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Earlier this year when Samsung released the latest version of its flagship Galaxy S phone, the S10, it actually unveiled four different models of the device. They ranged from the smaller S10e to the bigger S10 5G handset.

The company is continuing that multiple-phone-size theme for the first time in the Note line, by announcing two new Galaxy Note devices today. You’ll remember that the Note handsets are the phones Samsung recalled back in 2016 and then brought back in 2017 with the Note8. Now we’re onto the Note10. For the uninitiated, the most noticeable design difference between a Samsung Note phone and the Galaxy S phones is that the Notes have a stylus, called the S Pen, that’s housed within the device like a train parked in a tunnel.

Here are the top line features on the new Note10.

There are two models

Samsung is releasing two different models, the Note10 and Note10+. As you might imagine, the 10+ is the bigger of the two siblings. The Note10’s display is 6.3 inches across, and the 10+’s is 6.8 inches, which makes it the biggest Samsung phone and larger than any of the iPhone options. If you’re a Note user who likes wielding the S pen to make notes or doodles with, then the 10+ model will give you a bigger canvas to jot down your thoughts.

The Note10 has about the same size display as the screen on Note9, but the size of the Note10’s body has actually gotten a little smaller and thinner than the 9’s frame.

Both models start at 256 GB of storage, but with the larger one, you can also grab one with about half a terabyte—512 GB. The 10+ will also come in a 5G-enabled version. Both run off the same processor, a Snapdragon 855, but the battery on the bigger one is, not surprisingly, larger. Samsung says the Note10’s silicon, such as the CPU, will run faster than the previous-gen device.

Handwriting recognition

Last year’s Note packed in a new feature: using artificial intelligence onboard the smartphone to recognize what kind of scene you’re shooting (like food at brunch) and then customize the camera settings to ideally do justice to the French toast in front of you. This year, they’re using AI to do something different: recognize your handwriting and convert it to text.

Samsung has offered this before, but the company says that it works better now. Company representatives said that they’re using a new algorithm that they trained on over a hundred thousand handwriting samples to learn that a written “7” scratched in your handwriting becomes a “7” in text. (Training machine learning algorithms on raw data to get good at a task, like handwriting or image recognition, is a very common AI strategy.)

After you make a note with the stylus, it takes a couple steps to convert it to a text document, including Microsoft Word. When I tried it, it rendered “This is the Samsung Note 10+” as “This is the samsung Nite 10+,” but then again, my handwriting is pretty bad. Note10 users trying this feature out will likely quickly learn how carefully they need to write for the company’s algorithm to pick up their chicken scratch correctly.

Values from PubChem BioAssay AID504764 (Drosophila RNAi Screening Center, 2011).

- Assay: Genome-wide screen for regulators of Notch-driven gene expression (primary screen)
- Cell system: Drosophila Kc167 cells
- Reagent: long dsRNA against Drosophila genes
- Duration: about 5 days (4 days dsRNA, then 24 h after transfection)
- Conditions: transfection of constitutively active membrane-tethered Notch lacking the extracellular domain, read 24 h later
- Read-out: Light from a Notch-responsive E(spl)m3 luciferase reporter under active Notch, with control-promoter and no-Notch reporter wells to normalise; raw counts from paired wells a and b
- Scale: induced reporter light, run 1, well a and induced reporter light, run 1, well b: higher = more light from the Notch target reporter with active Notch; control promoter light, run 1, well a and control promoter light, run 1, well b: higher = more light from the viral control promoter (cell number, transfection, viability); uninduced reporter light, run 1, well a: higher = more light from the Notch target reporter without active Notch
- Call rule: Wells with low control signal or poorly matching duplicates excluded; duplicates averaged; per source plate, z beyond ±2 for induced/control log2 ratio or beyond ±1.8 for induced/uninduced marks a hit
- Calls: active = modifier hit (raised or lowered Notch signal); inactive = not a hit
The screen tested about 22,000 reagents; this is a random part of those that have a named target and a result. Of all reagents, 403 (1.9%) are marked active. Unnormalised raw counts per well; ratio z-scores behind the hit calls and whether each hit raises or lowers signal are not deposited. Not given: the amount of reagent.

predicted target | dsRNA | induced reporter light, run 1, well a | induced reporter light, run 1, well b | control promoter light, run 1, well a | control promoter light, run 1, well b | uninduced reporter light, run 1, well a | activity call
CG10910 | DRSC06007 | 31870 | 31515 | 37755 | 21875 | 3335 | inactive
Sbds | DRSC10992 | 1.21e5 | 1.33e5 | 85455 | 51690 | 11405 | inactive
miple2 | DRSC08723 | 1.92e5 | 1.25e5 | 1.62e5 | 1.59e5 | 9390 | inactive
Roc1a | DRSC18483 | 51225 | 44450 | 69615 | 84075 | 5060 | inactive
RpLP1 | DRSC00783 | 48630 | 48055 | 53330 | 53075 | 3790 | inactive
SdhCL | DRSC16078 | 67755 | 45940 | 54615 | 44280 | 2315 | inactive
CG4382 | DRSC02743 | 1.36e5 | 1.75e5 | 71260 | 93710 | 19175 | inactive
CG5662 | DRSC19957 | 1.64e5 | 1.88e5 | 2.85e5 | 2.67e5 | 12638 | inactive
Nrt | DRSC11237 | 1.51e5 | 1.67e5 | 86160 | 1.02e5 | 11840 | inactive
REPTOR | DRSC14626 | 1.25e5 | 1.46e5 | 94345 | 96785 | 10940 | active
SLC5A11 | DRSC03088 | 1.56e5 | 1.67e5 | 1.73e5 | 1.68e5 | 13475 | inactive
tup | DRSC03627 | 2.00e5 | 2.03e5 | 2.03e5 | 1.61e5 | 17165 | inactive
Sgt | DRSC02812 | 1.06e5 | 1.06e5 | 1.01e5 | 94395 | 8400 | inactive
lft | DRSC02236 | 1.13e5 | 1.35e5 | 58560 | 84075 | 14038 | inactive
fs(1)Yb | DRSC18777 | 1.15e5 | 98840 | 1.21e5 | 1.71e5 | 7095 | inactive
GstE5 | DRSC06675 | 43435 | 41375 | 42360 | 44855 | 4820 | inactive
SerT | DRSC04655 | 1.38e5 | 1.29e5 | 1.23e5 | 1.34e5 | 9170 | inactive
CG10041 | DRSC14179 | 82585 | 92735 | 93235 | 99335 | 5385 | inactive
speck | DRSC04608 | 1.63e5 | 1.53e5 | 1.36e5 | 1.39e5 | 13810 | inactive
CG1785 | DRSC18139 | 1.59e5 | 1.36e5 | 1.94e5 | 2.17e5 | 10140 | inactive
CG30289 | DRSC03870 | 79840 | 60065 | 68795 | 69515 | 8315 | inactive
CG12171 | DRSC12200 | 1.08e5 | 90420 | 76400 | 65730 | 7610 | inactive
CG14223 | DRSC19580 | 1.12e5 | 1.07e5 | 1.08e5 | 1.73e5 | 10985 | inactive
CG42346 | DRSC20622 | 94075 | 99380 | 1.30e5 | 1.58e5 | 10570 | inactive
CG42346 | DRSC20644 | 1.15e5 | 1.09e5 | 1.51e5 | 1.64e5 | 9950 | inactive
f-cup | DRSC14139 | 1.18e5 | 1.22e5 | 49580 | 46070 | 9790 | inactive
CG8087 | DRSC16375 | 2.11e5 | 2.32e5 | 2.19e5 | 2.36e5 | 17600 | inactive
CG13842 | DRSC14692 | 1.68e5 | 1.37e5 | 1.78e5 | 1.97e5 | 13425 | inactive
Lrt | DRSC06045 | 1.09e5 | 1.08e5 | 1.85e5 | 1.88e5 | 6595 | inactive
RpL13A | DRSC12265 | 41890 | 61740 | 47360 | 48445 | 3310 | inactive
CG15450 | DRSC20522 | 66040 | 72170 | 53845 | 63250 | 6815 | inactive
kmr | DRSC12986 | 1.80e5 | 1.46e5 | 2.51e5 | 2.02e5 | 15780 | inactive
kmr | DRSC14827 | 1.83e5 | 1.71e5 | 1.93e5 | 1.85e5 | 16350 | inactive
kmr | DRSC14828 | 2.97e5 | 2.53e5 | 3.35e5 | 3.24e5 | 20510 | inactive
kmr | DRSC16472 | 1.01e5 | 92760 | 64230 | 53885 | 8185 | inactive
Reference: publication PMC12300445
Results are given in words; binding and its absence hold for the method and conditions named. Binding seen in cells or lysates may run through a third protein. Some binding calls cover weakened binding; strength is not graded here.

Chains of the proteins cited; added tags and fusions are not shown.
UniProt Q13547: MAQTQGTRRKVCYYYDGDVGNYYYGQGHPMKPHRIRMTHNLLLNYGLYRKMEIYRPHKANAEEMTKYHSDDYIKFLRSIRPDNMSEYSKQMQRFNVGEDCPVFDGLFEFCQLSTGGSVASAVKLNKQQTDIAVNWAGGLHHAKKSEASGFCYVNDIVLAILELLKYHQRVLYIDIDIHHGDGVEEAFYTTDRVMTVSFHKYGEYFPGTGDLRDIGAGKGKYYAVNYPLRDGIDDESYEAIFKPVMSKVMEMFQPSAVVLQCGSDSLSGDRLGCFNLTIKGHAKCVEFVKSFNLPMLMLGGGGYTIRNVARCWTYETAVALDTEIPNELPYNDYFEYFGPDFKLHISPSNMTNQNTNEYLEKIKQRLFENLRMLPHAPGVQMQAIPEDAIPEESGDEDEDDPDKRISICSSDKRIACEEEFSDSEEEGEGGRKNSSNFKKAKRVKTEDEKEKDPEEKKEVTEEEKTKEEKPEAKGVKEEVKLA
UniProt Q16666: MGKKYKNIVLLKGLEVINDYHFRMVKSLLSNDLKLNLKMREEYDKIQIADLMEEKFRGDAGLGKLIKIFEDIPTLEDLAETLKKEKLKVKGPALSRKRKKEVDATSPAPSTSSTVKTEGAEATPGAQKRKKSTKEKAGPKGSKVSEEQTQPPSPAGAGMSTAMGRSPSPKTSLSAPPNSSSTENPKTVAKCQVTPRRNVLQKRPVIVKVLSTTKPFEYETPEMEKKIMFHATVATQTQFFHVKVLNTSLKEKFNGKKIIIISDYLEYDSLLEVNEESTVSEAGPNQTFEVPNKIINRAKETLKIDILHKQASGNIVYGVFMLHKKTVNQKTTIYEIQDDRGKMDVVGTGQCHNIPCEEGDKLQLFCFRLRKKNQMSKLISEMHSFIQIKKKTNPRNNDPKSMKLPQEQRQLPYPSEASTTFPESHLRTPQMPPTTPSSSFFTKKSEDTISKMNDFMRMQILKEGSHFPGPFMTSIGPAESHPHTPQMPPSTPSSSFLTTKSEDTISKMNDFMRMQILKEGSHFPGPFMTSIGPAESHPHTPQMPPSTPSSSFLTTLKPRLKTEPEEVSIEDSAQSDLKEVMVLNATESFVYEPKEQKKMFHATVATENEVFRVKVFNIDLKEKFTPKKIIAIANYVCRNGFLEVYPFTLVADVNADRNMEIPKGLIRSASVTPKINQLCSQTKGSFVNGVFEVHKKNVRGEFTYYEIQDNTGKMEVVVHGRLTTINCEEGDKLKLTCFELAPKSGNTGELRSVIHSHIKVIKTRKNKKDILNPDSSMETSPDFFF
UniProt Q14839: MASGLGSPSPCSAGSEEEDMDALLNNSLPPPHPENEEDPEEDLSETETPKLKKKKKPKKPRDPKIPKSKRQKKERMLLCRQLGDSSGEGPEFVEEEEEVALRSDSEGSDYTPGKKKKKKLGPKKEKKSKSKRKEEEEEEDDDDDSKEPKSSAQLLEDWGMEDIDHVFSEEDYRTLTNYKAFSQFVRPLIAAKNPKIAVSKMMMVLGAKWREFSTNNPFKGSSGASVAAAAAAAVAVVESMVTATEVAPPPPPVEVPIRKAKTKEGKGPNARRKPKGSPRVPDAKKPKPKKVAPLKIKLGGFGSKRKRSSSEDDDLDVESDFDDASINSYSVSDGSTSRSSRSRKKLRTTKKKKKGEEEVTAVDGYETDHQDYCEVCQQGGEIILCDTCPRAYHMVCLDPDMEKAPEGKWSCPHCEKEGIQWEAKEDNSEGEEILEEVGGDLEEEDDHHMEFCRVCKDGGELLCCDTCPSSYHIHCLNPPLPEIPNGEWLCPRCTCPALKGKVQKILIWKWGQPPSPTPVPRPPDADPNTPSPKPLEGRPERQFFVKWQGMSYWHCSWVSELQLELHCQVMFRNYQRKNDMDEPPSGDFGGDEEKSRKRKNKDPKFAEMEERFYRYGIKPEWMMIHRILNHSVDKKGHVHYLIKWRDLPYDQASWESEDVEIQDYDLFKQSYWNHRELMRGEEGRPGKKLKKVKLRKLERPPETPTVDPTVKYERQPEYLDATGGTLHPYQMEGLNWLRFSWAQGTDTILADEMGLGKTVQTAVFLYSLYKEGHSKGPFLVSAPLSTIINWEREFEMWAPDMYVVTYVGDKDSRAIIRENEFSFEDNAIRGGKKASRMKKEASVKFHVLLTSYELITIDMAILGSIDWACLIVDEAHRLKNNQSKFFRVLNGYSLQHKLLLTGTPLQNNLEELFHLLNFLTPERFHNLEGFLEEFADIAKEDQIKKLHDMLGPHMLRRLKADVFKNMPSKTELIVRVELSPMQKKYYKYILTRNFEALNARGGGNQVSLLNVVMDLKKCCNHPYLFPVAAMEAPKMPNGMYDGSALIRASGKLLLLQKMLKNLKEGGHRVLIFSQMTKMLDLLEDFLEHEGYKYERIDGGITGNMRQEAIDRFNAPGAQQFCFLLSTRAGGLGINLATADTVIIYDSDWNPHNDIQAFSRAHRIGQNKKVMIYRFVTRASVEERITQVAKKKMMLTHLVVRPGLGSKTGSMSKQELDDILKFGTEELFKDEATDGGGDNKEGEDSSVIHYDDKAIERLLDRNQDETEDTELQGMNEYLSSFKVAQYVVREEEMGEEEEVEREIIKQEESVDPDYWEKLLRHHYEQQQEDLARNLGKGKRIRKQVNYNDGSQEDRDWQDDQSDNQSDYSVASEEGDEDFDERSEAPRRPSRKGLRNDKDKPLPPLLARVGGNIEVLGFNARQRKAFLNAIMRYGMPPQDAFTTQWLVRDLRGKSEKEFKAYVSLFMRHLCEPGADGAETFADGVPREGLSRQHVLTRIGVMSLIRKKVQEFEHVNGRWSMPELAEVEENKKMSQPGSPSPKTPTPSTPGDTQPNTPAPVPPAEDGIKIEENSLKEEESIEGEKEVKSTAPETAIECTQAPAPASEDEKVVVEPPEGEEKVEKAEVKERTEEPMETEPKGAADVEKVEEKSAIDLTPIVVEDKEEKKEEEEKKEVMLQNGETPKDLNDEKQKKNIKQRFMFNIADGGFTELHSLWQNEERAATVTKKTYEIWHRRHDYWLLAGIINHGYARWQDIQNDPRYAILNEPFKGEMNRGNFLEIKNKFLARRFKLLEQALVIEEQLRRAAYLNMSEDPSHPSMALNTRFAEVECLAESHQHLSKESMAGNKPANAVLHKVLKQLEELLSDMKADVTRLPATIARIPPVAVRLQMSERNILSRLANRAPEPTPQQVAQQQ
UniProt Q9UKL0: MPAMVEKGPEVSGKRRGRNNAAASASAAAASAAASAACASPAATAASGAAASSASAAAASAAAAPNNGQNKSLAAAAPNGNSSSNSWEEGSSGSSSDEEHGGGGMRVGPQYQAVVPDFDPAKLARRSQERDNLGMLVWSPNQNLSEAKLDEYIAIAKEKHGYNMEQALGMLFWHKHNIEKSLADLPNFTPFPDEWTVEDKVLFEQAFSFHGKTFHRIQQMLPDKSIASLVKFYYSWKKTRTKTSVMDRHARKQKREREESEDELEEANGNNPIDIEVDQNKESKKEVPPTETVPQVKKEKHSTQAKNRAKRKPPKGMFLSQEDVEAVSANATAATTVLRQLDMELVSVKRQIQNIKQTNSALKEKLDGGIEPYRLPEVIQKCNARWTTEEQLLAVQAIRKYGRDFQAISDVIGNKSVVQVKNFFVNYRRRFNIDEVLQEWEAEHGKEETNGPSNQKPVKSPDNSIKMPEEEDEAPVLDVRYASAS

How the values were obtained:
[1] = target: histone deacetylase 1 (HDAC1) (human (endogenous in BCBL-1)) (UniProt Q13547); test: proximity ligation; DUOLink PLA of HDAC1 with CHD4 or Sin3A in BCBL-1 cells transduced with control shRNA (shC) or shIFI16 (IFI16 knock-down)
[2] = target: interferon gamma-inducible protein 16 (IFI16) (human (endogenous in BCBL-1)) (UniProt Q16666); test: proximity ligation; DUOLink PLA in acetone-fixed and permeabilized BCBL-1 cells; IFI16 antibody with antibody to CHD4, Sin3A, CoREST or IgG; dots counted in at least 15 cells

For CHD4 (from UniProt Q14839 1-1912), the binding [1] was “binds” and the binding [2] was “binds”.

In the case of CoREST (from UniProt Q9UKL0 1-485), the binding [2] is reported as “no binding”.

Samsung Note10
The Note10 phones offer handwriting-to-text conversion courtesy of AI. Let’s hope your handwriting is better than this. Rob Verger

Other features

Last year’s Note had two cameras on the back. The Note10 has three—an ultra-wide, a wide-angle, and a telephoto. That’s a similar set-up to what’s on the Galaxy S10. The front “selfie” camera is now 10 megapixels and positioned in the center of the top of the device.

The company also says they’ve made improvements to the way the device shoots video. One new tweak will allow the camera to use its microphones to zoom in on a specific scene you’re recording. For example, if you’re trying to capture a street musician, the device should be able to gather the sound of their music instead of the sidewalk chatter next to you. You can also add blur to video footage like you can with portrait-mode photos. And the S Pen now offers more in the way of camera controls via gesture, so you can hold the stylus in your hand and wirelessly perform functions like zooming and starting a recording.

Samsung has also made changes in how you can use your phone in conjunction with a PC. If you’re running a PC with Windows 10, you can log into your Microsoft account on both the computer and Note10. Data like text messages and photos will sync. For gamers, a system called “Play Galaxy Link” will let people run games from their computer on their Note10. And since the Note line has a reputation for being a good gadget for gamers, Samsung says it has created what it calls the “world’s slimmest vapor chamber.” That chamber helps cool the phone to try to keep it from heating up when you play games like Fortnite. The device will also us AI to try to boost the device’s gaming performance as it learns from you, Samsung says.

Oh, and it lacks one feature that another smartphone-maker famously removed in 2016: a traditional 3.5mm headphone jack. Instead, you’ll need to plug headphones into the USB-C portal in the Note10. The device will include headphones with that USB-C format in the box.

The phones go on sale for pre-orders on August 8, and actually will be in stores on August 23. Like many fancy smartphones these days, they’re expensive: the Note10 starts at $950, and the 10+ at $1,100.